In mid-February 1944, Polish soldiers who had just arrived in the port of Naples from Alexandria, Egypt was welcomed by British official Archibald Brown, courier for the British Field Marshal Bernard Montgomery.
They were to advance with the British soldiers in an Allied campaign in Italy. Besides checking the crew manifest, Brown had to establish good communication with the freshly arrived servicemen.
He had already spoken with every member of the unit – the 22nd Artillery Supply Company of the Polish II Corps, except one.
He couldn’t anyway because they spoke different languages; one was English, while the other was strange vocalization. That soldier was not even a human but a bear.
Just two years earlier and by a mere chance, Poland’s army enlisted a willing, eager, wild, and certainly unusual member ever, a bear named Wojtek.
That event occurred some 80 years ago, but the soldier is still remembered today for his simple heroic deeds.
Throughout his short career in the army, some would say that he served beyond the call of duty right from the beginning to the day of his discharge.
10 /10 Corporal Wojtek
During an interview many years later, Archibald Brown recalled how he knew who Corporal Wojtek was for the first time.
In the port of Naples, he looked through the roster and became aware that only one soldier had not appeared yet. He had the corporal’s pay book and service number, but the soldier seemed to have vanished from the unit.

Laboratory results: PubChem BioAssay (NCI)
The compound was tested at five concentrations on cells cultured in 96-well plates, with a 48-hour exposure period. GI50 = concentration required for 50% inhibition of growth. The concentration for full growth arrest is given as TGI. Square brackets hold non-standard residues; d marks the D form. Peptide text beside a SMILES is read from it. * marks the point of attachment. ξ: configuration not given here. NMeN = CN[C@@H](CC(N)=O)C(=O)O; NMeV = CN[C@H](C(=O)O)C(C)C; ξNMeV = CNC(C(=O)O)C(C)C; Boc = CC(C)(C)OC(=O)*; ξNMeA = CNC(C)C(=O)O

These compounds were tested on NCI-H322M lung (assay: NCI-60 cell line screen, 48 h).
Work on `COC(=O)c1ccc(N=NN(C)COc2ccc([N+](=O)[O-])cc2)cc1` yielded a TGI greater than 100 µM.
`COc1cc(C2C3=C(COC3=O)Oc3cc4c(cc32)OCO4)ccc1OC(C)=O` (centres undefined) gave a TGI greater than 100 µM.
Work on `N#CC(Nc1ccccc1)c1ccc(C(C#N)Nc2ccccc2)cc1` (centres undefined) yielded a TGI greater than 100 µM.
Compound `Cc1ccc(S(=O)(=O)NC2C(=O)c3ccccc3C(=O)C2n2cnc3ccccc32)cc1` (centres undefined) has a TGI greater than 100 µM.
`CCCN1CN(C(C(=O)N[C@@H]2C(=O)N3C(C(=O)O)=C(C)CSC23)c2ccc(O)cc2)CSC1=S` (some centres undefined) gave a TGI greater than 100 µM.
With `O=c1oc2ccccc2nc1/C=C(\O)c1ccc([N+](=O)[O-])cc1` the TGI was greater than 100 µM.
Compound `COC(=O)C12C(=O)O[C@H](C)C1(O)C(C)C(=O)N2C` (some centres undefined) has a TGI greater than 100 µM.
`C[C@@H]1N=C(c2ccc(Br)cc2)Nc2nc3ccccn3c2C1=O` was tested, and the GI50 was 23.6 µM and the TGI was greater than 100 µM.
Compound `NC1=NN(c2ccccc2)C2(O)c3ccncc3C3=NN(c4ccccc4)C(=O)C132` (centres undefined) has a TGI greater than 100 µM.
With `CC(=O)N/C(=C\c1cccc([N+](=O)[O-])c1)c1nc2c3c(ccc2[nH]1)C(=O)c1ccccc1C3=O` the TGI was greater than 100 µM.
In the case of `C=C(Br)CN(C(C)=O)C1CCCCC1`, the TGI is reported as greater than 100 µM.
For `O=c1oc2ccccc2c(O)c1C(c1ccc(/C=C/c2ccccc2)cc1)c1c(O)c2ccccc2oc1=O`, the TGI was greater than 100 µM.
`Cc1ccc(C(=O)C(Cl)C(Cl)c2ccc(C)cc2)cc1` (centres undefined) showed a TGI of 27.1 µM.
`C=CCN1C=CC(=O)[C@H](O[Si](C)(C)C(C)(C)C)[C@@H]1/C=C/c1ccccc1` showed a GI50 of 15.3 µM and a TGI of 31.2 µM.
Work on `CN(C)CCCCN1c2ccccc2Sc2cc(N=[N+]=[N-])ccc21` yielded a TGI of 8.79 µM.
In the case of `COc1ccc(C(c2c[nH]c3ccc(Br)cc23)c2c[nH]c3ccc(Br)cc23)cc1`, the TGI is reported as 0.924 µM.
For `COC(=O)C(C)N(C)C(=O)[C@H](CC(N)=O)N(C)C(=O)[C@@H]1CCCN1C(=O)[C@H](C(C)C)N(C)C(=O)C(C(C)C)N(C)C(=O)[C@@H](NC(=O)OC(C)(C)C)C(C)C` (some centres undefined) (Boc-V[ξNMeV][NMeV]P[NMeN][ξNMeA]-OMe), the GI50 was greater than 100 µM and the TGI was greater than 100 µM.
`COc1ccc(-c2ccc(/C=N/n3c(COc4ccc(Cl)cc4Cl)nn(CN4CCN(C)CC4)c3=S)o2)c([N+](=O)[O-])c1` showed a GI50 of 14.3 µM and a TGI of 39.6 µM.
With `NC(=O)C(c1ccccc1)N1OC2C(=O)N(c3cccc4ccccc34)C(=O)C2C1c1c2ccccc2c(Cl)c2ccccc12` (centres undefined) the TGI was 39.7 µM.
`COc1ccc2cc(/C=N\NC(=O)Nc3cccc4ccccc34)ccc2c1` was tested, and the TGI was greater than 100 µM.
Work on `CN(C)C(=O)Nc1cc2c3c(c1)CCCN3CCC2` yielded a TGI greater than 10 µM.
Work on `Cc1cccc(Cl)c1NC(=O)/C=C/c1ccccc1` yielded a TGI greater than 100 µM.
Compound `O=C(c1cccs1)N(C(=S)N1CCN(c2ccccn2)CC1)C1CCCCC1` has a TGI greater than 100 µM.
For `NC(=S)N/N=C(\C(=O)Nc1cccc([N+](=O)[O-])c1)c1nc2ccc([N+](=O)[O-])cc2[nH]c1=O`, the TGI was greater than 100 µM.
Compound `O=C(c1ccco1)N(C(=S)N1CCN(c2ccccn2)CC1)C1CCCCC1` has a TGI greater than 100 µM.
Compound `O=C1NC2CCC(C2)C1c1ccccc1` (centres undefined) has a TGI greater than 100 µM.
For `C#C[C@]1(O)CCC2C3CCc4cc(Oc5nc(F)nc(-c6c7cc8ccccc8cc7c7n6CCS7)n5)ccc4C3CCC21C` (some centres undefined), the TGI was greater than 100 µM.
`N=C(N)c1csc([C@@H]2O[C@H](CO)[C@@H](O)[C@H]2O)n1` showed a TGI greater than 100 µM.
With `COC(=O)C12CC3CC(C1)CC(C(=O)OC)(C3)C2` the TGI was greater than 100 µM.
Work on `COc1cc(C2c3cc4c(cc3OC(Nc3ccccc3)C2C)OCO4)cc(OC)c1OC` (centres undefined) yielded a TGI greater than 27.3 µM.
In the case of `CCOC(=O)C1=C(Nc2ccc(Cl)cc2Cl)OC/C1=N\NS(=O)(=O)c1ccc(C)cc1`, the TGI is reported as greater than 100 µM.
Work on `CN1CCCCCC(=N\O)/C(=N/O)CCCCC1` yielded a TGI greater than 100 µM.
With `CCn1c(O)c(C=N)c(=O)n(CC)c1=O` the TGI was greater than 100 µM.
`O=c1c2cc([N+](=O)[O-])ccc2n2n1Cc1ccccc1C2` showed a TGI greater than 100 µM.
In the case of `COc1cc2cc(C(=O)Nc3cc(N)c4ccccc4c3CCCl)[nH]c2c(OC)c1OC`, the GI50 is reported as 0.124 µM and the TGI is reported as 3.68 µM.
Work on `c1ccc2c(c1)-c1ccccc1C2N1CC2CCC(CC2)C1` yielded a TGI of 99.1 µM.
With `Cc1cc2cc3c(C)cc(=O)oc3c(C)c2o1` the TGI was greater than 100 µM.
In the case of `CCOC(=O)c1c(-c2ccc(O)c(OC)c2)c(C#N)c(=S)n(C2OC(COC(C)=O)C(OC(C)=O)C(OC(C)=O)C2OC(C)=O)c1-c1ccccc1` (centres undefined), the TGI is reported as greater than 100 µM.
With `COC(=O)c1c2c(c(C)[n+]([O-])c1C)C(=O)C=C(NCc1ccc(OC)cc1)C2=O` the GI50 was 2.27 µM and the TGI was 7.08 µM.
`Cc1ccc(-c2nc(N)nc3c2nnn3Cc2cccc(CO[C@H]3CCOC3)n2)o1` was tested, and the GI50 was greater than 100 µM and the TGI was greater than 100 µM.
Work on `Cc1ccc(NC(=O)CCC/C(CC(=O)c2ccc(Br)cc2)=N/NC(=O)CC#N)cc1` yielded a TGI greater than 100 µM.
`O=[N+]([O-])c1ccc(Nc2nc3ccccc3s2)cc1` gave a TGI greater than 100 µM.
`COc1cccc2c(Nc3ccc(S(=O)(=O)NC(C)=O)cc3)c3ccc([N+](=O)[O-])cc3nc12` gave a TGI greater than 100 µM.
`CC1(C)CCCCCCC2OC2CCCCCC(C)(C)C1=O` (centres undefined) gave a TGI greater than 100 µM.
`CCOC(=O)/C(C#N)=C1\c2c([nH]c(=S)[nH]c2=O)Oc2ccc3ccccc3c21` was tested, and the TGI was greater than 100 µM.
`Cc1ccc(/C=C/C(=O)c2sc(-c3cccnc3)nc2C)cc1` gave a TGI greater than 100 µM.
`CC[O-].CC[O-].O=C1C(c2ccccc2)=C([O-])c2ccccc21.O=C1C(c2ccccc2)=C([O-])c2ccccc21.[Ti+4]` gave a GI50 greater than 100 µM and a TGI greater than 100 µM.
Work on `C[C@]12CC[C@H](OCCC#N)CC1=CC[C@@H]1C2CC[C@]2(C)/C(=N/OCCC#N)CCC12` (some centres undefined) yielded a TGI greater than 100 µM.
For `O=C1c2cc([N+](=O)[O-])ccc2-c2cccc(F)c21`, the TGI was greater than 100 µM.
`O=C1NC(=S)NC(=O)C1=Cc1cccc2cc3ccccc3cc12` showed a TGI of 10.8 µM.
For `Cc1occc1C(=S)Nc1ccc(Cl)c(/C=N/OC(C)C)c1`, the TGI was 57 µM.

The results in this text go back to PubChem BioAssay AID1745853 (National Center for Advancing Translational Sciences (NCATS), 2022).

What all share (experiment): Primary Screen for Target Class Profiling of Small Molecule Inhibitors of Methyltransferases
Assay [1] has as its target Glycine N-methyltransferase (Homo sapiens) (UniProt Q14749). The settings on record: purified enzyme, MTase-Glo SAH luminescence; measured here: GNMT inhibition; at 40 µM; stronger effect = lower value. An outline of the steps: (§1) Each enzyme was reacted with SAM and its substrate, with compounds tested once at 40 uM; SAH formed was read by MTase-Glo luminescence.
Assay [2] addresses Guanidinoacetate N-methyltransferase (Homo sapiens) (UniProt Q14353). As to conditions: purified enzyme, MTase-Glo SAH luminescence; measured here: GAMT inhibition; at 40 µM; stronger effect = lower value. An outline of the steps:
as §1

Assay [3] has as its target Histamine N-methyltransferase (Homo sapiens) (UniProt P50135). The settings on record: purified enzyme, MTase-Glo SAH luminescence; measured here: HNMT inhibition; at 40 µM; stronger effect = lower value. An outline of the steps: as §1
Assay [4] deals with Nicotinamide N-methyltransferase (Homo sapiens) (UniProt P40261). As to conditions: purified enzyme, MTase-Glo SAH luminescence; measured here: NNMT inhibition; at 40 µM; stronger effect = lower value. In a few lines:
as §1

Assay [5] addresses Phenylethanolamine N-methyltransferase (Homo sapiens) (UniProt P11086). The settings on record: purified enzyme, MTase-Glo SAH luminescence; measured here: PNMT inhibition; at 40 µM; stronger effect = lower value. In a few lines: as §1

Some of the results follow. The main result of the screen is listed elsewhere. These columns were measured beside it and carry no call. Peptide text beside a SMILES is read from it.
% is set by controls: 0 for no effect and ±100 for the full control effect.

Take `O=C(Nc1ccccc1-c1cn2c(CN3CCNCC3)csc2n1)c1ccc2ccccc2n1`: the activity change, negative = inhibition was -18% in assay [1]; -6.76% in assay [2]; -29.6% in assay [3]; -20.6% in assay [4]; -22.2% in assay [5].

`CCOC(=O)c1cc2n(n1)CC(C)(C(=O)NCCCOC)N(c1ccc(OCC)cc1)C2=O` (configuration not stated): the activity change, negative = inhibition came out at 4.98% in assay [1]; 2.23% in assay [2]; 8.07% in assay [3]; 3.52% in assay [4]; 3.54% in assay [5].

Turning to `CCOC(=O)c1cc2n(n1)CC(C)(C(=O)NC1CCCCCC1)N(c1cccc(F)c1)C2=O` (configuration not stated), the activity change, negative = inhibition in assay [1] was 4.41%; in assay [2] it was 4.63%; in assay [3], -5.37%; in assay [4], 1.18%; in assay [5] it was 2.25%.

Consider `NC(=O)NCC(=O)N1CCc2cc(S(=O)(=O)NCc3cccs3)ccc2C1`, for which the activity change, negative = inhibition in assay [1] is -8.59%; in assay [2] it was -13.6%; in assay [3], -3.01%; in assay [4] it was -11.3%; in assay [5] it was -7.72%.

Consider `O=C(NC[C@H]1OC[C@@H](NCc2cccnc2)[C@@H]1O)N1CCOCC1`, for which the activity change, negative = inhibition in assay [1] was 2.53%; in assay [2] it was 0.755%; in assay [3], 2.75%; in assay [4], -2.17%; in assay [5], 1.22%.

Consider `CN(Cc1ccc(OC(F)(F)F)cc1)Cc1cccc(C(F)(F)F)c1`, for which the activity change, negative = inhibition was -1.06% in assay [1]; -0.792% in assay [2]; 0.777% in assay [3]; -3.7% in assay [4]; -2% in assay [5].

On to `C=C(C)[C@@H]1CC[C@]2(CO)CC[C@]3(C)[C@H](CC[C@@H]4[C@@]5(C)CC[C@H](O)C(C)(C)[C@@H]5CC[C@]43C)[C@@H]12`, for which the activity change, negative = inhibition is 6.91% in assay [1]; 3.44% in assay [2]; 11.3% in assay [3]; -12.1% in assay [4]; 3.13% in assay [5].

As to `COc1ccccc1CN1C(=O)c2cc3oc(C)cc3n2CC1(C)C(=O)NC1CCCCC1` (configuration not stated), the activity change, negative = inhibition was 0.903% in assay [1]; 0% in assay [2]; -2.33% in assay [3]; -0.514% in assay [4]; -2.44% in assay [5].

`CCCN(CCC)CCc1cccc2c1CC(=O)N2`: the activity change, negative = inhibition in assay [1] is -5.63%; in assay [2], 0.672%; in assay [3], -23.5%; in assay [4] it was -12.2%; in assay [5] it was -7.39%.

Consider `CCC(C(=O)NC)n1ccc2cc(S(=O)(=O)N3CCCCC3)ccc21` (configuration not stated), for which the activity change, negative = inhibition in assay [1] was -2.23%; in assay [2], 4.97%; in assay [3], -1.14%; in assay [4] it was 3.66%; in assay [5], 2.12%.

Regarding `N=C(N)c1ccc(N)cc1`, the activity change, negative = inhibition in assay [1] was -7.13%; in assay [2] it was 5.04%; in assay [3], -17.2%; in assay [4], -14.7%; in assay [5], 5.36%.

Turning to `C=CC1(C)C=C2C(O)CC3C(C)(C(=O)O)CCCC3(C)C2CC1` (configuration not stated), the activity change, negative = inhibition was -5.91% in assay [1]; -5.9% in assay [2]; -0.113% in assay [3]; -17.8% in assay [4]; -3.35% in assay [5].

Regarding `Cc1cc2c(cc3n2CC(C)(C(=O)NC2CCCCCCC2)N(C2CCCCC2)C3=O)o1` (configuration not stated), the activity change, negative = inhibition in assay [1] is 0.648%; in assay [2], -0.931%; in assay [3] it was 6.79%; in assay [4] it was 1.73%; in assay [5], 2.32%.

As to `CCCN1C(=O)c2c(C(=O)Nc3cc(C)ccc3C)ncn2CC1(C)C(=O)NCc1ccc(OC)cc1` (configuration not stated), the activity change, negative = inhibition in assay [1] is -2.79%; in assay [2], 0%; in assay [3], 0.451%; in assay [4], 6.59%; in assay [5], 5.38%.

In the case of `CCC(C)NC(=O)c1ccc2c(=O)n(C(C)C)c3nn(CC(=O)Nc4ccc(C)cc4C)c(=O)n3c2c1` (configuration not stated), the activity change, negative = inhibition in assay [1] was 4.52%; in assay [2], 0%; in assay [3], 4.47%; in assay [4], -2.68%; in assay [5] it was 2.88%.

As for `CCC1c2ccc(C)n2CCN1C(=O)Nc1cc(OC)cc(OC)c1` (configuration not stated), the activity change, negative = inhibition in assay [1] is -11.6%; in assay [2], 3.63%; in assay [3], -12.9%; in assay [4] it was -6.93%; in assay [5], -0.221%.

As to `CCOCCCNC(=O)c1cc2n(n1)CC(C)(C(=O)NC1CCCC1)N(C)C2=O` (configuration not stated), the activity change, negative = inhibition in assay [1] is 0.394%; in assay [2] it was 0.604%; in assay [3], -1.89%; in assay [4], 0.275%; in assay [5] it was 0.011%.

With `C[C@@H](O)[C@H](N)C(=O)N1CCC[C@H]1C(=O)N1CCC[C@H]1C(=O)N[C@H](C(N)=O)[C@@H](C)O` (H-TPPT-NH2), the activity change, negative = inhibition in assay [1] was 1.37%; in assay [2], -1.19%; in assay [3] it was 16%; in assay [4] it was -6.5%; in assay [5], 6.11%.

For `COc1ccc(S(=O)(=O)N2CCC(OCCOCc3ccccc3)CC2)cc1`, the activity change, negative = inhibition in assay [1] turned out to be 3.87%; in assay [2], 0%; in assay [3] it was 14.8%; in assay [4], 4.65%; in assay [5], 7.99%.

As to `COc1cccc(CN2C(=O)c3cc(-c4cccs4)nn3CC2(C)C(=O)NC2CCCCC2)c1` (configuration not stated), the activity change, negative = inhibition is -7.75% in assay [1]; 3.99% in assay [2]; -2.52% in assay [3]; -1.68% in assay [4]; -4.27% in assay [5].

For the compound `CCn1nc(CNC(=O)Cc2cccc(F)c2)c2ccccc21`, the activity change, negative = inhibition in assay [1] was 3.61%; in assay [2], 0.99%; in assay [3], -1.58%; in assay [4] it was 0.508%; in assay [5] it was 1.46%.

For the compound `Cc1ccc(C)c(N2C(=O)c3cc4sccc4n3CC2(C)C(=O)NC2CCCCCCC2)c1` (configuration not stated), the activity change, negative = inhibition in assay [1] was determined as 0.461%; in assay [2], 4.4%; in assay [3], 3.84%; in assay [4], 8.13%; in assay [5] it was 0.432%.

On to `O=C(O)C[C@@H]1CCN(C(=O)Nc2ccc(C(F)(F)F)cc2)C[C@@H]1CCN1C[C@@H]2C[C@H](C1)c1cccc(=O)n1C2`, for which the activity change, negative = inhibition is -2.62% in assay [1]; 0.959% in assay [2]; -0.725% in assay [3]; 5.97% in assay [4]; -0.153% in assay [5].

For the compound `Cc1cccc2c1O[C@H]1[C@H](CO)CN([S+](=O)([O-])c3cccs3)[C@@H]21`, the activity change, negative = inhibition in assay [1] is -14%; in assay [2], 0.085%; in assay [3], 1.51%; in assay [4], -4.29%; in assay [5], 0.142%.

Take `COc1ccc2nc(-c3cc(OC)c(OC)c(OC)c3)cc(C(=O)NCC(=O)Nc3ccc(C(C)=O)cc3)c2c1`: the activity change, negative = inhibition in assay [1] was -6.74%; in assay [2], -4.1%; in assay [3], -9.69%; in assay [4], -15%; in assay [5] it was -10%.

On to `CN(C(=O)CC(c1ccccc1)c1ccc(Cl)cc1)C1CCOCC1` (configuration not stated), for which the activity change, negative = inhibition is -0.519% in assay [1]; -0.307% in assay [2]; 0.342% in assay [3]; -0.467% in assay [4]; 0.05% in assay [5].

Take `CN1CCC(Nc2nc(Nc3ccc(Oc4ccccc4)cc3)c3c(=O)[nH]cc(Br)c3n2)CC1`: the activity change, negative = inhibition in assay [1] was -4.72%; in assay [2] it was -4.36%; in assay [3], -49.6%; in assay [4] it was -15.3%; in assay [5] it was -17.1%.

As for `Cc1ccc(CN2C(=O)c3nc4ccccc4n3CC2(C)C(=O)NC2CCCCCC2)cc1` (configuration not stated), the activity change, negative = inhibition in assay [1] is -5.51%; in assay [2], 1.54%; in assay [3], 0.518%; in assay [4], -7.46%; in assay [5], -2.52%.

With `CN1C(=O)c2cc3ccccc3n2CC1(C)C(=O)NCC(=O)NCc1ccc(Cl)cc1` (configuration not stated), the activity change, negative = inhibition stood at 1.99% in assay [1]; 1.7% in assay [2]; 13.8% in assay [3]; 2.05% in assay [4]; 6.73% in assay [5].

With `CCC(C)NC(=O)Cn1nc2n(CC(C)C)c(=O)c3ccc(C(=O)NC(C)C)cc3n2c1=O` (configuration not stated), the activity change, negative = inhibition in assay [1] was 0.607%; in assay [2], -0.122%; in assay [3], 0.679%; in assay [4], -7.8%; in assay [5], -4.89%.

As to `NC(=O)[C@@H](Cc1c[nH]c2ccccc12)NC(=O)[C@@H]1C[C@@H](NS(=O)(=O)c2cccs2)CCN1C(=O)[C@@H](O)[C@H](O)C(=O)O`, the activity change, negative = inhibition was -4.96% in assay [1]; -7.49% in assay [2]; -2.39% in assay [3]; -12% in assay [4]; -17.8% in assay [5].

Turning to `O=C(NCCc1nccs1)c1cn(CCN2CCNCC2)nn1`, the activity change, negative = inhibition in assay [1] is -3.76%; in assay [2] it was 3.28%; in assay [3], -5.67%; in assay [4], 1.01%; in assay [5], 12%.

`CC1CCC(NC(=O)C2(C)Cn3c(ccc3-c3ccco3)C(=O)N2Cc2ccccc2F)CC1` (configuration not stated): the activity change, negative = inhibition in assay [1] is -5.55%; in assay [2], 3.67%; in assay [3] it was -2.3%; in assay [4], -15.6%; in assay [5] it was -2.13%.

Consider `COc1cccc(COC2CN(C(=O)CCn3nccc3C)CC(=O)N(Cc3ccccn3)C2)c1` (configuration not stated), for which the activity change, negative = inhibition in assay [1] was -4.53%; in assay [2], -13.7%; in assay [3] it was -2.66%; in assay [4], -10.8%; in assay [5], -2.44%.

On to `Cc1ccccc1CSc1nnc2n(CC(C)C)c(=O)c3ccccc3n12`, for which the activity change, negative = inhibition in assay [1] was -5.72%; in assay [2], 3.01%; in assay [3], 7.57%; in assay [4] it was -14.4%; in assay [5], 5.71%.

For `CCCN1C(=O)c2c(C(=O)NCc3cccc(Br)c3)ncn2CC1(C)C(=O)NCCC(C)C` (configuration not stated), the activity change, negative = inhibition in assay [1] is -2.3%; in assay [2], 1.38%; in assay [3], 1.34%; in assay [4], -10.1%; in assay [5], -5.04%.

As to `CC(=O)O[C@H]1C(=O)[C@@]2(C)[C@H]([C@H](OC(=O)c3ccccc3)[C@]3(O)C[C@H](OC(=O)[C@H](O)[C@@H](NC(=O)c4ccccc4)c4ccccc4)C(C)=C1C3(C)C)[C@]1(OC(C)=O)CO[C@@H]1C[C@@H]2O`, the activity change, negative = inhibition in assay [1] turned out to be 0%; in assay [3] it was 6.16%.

He called out the name, and still no answer. One amused colonel told Brown that the corporal only understood Persian and Polish.
Brown was then taken to a cage holding an adult Syrian bear whose name was Wojtek.
9 /10 Orphaned Syrian Brown Bear
However, how Wojtek ended up as a soldier in Poland’s army is a little bit murky. Legend has it that a boy from the Hamadan Province found the bear cub in the wild in northern Iran.
The cub was alone, perhaps because some hunters had shot the mother.
The young boy took the bear cub home and cared for it the best way he could, but it wouldn’t be long until the cub found a new home. In fall 1942, the boy sold the cub to Polish soldiers for some canned food.